I love the story of the little girl who was late coming home. Her mother was worried. When the little girl finally arrived, she explained that she had stopped to be with a friend whose doll was broken. “Oh, did you help her fix her dolly?” her mother asked. “No,” replied the little girl, “I helped her cry.”

Listening with empathy is not some touchy-feely, warm-and-fuzzy behavior. It’s the key to effective human relationships. The best teachers listen with empathy because they know you can’t teach effectively without knowing where the learners are. The best doctors listen with empathy because they know that prescribing without properly diagnosing is simply bad medicine.

The best business people listen with empathy because they know that filling customer needs is the path to success. The best parents listen with empathy because they know that raising children requires on-the-job training and that important clues to family health can come from the mouths of babes.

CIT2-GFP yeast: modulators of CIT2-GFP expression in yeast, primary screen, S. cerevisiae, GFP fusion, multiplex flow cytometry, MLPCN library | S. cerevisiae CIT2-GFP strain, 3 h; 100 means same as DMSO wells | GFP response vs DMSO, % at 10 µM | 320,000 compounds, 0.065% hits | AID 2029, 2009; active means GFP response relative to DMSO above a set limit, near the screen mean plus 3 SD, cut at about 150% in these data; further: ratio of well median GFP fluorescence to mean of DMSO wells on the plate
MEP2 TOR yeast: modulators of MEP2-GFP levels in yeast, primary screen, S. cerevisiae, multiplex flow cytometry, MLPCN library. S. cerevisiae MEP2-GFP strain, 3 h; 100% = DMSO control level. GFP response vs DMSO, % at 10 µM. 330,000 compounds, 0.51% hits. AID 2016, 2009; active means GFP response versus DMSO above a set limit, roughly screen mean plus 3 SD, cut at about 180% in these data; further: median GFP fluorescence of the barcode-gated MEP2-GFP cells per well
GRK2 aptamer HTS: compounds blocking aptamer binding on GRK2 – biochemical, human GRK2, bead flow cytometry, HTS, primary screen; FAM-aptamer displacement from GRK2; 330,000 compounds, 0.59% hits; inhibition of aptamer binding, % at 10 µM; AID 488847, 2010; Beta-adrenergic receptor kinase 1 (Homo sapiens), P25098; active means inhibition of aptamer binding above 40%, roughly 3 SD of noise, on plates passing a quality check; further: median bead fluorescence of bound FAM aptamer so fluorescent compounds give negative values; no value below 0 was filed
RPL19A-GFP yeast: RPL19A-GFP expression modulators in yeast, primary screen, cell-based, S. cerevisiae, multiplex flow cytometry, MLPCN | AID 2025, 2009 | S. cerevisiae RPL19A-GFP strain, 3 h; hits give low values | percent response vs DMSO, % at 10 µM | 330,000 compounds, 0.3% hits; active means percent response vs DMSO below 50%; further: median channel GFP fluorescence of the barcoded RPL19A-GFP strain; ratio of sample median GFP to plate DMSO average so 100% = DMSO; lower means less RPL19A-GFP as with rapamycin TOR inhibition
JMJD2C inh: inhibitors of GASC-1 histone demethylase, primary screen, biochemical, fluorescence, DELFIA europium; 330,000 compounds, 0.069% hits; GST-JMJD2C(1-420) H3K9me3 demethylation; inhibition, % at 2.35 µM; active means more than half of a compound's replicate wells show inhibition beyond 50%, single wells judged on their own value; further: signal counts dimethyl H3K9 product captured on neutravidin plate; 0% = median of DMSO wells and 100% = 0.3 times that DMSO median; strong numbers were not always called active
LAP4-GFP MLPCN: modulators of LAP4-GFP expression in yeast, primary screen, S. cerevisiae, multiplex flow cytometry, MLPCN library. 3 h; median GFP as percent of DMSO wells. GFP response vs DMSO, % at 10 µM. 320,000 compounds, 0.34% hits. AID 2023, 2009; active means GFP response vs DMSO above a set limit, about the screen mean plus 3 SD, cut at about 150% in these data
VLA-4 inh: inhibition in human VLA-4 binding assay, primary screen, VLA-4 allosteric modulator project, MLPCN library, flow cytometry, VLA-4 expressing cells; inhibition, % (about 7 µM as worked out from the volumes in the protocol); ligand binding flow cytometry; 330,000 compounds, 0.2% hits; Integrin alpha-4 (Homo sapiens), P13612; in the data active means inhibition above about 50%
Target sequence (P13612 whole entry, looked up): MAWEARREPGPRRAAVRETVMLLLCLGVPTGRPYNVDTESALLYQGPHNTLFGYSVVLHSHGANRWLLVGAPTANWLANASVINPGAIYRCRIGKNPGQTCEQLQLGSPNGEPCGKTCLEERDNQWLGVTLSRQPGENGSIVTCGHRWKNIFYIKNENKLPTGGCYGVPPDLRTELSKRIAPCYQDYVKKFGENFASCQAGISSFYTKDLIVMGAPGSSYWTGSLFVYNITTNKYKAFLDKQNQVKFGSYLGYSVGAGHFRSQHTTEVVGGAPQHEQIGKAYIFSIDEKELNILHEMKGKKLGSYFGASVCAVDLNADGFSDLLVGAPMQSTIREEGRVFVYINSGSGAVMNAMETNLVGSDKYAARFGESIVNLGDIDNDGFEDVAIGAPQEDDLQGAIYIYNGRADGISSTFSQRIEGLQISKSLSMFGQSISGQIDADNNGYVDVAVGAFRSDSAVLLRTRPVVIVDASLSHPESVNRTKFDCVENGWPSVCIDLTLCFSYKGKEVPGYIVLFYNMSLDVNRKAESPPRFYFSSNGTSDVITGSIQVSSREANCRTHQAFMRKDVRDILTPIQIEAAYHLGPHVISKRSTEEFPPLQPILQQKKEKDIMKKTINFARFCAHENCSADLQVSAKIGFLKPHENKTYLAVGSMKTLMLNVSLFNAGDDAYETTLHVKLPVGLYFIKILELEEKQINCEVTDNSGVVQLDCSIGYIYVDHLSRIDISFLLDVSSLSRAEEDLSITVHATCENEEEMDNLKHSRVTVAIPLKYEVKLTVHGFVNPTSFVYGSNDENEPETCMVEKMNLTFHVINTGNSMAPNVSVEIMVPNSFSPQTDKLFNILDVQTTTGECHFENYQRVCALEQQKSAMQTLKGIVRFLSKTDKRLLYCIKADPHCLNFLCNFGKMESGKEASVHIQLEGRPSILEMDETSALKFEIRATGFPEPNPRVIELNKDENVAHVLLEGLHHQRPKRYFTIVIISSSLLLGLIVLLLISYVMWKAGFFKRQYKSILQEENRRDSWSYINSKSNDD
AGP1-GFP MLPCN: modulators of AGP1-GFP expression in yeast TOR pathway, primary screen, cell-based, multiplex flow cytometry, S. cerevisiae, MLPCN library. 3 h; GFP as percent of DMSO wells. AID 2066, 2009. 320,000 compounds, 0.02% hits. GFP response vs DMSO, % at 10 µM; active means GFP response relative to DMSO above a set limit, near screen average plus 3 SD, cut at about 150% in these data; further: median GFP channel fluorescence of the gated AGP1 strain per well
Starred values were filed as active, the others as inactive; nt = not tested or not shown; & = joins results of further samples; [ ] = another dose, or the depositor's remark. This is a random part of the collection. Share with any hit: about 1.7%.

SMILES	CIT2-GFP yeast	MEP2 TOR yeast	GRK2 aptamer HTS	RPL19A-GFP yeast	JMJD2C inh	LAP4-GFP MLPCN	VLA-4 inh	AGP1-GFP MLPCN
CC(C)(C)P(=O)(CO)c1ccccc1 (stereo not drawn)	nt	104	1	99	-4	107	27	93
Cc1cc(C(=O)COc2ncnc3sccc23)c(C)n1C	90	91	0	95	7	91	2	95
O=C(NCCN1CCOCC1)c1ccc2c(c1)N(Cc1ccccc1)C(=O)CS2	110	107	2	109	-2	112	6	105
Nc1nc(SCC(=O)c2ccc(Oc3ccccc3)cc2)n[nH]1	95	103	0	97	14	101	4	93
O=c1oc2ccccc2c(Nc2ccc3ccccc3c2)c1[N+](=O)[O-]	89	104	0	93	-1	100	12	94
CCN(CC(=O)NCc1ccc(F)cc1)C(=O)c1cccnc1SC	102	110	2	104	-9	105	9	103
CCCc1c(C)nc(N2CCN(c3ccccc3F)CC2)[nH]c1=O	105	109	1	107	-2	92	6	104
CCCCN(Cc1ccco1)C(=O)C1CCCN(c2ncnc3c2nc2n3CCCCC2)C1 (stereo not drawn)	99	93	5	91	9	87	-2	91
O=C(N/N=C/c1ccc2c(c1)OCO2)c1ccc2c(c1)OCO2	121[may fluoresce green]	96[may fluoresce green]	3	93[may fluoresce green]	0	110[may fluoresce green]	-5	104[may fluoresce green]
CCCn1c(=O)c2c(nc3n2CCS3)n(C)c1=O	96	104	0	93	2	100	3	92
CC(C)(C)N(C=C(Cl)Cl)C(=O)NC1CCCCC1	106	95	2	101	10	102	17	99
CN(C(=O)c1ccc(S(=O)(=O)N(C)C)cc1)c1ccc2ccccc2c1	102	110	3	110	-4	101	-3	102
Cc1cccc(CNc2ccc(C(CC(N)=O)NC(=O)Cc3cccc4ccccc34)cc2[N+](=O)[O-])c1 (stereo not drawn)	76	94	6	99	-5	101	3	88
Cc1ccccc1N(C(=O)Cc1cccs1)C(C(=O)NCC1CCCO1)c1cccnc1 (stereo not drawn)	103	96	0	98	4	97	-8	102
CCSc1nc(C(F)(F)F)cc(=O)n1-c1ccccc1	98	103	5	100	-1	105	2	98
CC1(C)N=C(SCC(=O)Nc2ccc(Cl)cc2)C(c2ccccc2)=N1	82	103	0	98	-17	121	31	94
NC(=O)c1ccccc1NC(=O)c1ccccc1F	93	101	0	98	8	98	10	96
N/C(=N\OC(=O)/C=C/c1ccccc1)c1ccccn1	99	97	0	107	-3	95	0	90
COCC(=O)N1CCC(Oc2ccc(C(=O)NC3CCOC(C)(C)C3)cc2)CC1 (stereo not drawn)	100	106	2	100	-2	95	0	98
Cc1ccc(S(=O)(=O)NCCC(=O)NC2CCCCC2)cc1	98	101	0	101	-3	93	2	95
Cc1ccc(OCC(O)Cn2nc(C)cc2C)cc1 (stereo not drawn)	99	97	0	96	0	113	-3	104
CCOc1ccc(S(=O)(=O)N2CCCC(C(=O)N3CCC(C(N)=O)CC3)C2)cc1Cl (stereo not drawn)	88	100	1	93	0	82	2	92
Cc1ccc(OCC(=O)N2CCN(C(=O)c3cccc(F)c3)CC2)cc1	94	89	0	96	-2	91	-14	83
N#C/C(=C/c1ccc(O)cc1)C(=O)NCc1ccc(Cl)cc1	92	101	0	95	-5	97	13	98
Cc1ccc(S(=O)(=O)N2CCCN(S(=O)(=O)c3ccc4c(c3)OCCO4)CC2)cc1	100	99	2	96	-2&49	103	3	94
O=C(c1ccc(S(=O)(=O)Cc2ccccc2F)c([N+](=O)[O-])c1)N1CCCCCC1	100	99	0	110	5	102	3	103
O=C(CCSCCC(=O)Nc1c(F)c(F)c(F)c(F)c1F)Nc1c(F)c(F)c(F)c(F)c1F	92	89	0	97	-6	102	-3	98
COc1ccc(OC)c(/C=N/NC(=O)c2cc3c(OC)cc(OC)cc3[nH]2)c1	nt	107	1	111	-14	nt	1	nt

Happy and effective people tend to be good conversationalists. And the best conversationalists are usually people who ask good questions. They don’t interrogate, they simply ask meaningful questions that other people are willing to answer. People who are really good at engaging the heads, hearts, and hopes of others tend to ask questions that evoke that engagement. And when they ask their good questions, they actually listen to the answers.

We are most effective when we talk so other people will listen and when we listen so other people will talk. It’s a common sense thing. Unfortunately, common sense is not all that common.